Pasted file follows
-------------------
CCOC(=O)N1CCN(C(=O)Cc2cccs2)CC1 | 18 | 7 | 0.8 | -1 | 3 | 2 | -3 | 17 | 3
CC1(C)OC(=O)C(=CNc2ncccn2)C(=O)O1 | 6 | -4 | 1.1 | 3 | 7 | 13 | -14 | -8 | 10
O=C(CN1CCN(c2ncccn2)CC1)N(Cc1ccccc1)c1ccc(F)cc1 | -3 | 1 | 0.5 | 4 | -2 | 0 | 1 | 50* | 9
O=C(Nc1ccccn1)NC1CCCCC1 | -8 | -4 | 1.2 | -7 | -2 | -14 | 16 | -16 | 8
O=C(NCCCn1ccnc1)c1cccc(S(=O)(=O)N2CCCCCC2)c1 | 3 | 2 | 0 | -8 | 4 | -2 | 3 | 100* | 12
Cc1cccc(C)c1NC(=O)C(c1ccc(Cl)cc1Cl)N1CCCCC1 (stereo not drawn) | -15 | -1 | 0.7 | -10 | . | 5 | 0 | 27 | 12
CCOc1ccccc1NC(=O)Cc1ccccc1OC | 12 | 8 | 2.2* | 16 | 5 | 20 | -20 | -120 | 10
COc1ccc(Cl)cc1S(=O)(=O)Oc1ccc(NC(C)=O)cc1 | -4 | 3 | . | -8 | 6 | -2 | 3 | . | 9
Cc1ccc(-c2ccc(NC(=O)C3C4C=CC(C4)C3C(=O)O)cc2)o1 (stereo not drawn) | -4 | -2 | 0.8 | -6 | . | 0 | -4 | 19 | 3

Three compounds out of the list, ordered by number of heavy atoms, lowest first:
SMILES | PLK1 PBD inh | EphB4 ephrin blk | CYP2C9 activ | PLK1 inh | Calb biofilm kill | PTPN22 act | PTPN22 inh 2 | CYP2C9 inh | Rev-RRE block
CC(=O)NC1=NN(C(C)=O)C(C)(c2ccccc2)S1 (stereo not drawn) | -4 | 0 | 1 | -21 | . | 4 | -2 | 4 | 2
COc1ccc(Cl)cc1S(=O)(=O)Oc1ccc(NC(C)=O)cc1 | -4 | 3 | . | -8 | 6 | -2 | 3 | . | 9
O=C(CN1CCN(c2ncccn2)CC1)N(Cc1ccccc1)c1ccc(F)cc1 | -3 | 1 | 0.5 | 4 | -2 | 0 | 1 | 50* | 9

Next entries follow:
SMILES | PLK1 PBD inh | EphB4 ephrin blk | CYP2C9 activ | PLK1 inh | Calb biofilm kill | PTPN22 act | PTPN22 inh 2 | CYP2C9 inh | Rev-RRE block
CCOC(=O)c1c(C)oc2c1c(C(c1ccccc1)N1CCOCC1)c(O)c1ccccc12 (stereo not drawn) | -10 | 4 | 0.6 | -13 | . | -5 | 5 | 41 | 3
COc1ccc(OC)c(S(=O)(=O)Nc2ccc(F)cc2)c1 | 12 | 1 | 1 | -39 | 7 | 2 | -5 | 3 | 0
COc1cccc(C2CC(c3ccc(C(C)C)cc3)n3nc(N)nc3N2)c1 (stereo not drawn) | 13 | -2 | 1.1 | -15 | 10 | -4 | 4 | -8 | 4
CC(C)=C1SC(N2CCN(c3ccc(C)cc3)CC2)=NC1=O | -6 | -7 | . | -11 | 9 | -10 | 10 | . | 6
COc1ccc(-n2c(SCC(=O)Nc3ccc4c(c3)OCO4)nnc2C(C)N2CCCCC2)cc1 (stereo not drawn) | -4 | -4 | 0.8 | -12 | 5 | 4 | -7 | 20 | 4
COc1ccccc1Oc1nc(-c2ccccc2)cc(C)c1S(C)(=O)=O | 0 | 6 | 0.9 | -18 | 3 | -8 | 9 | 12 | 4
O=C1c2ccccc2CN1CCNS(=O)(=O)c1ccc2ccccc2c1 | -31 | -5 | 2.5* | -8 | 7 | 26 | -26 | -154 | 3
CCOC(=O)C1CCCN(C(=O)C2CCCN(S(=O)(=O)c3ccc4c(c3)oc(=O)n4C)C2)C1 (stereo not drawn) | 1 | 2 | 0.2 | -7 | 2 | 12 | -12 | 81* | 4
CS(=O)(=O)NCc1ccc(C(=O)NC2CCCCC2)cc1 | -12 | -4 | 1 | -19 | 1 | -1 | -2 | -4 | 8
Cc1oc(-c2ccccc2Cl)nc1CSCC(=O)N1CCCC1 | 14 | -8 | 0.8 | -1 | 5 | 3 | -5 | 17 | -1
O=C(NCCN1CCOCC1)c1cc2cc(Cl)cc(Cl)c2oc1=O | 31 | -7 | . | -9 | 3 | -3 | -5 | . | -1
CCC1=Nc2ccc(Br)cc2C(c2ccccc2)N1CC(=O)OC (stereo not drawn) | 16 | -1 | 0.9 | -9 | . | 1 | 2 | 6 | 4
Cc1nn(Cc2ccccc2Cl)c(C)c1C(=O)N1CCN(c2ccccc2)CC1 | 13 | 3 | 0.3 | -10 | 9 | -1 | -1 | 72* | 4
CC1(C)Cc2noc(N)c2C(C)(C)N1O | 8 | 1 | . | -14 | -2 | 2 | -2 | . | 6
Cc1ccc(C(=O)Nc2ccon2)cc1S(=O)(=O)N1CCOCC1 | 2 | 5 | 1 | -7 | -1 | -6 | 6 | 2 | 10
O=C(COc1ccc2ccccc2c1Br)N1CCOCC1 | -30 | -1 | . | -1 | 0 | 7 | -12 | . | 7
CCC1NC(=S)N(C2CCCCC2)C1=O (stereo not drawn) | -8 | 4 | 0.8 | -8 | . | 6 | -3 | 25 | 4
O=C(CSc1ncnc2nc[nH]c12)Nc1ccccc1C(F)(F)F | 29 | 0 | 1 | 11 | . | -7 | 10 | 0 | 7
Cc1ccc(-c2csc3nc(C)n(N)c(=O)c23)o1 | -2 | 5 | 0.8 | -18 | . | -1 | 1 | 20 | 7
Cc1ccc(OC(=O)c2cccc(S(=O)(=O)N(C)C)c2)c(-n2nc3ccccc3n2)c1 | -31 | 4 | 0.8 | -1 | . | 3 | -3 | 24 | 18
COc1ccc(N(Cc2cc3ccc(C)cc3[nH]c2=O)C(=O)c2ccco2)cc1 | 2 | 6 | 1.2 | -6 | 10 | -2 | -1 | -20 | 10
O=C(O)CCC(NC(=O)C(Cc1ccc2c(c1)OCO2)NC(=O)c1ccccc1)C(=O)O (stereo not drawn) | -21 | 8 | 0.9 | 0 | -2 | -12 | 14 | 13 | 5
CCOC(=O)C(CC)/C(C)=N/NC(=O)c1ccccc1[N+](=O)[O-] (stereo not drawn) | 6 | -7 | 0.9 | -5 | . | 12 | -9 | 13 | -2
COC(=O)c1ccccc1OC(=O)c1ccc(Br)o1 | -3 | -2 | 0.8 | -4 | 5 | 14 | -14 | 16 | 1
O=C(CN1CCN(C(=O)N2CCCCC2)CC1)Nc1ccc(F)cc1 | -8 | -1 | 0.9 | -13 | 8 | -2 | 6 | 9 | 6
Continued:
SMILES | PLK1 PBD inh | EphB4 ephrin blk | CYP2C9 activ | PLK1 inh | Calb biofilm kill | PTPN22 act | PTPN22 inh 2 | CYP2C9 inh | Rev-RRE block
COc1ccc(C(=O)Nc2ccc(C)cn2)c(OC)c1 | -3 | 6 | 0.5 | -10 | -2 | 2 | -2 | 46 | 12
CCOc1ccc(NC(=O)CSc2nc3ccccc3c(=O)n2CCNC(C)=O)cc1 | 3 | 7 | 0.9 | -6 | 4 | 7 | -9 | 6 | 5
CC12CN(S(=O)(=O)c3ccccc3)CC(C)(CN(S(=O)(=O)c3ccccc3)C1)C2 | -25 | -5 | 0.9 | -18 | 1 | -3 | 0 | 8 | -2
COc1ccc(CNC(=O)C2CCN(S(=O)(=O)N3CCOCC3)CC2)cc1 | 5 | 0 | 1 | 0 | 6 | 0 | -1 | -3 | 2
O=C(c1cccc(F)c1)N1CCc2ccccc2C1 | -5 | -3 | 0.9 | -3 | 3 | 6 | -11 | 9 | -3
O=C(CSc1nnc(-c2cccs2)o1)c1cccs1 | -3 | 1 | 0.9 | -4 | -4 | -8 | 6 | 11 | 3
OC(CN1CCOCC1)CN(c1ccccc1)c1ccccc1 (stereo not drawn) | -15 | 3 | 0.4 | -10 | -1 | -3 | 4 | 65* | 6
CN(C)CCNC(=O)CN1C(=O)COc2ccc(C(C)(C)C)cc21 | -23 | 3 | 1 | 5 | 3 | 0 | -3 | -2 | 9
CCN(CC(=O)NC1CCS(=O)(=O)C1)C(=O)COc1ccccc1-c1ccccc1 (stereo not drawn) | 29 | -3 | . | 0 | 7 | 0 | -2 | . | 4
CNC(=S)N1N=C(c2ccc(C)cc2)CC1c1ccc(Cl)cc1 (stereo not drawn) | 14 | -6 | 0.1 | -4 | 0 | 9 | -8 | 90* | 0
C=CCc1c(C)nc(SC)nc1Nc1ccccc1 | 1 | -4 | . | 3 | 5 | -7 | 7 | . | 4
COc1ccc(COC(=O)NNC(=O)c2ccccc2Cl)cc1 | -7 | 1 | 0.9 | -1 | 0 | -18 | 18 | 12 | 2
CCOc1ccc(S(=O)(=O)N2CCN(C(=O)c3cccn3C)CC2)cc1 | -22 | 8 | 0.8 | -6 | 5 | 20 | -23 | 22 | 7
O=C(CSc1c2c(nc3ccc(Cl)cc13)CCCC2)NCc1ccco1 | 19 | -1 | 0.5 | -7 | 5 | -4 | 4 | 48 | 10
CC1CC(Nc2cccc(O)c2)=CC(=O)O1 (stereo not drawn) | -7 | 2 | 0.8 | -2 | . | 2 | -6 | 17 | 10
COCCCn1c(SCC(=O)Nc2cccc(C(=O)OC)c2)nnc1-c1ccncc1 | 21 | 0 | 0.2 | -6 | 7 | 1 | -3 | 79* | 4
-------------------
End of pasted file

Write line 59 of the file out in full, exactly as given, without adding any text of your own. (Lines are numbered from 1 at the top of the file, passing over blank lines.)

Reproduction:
COCCCn1c(SCC(=O)Nc2cccc(C(=O)OC)c2)nnc1-c1ccncc1 | 21 | 0 | 0.2 | -6 | 7 | 1 | -3 | 79* | 4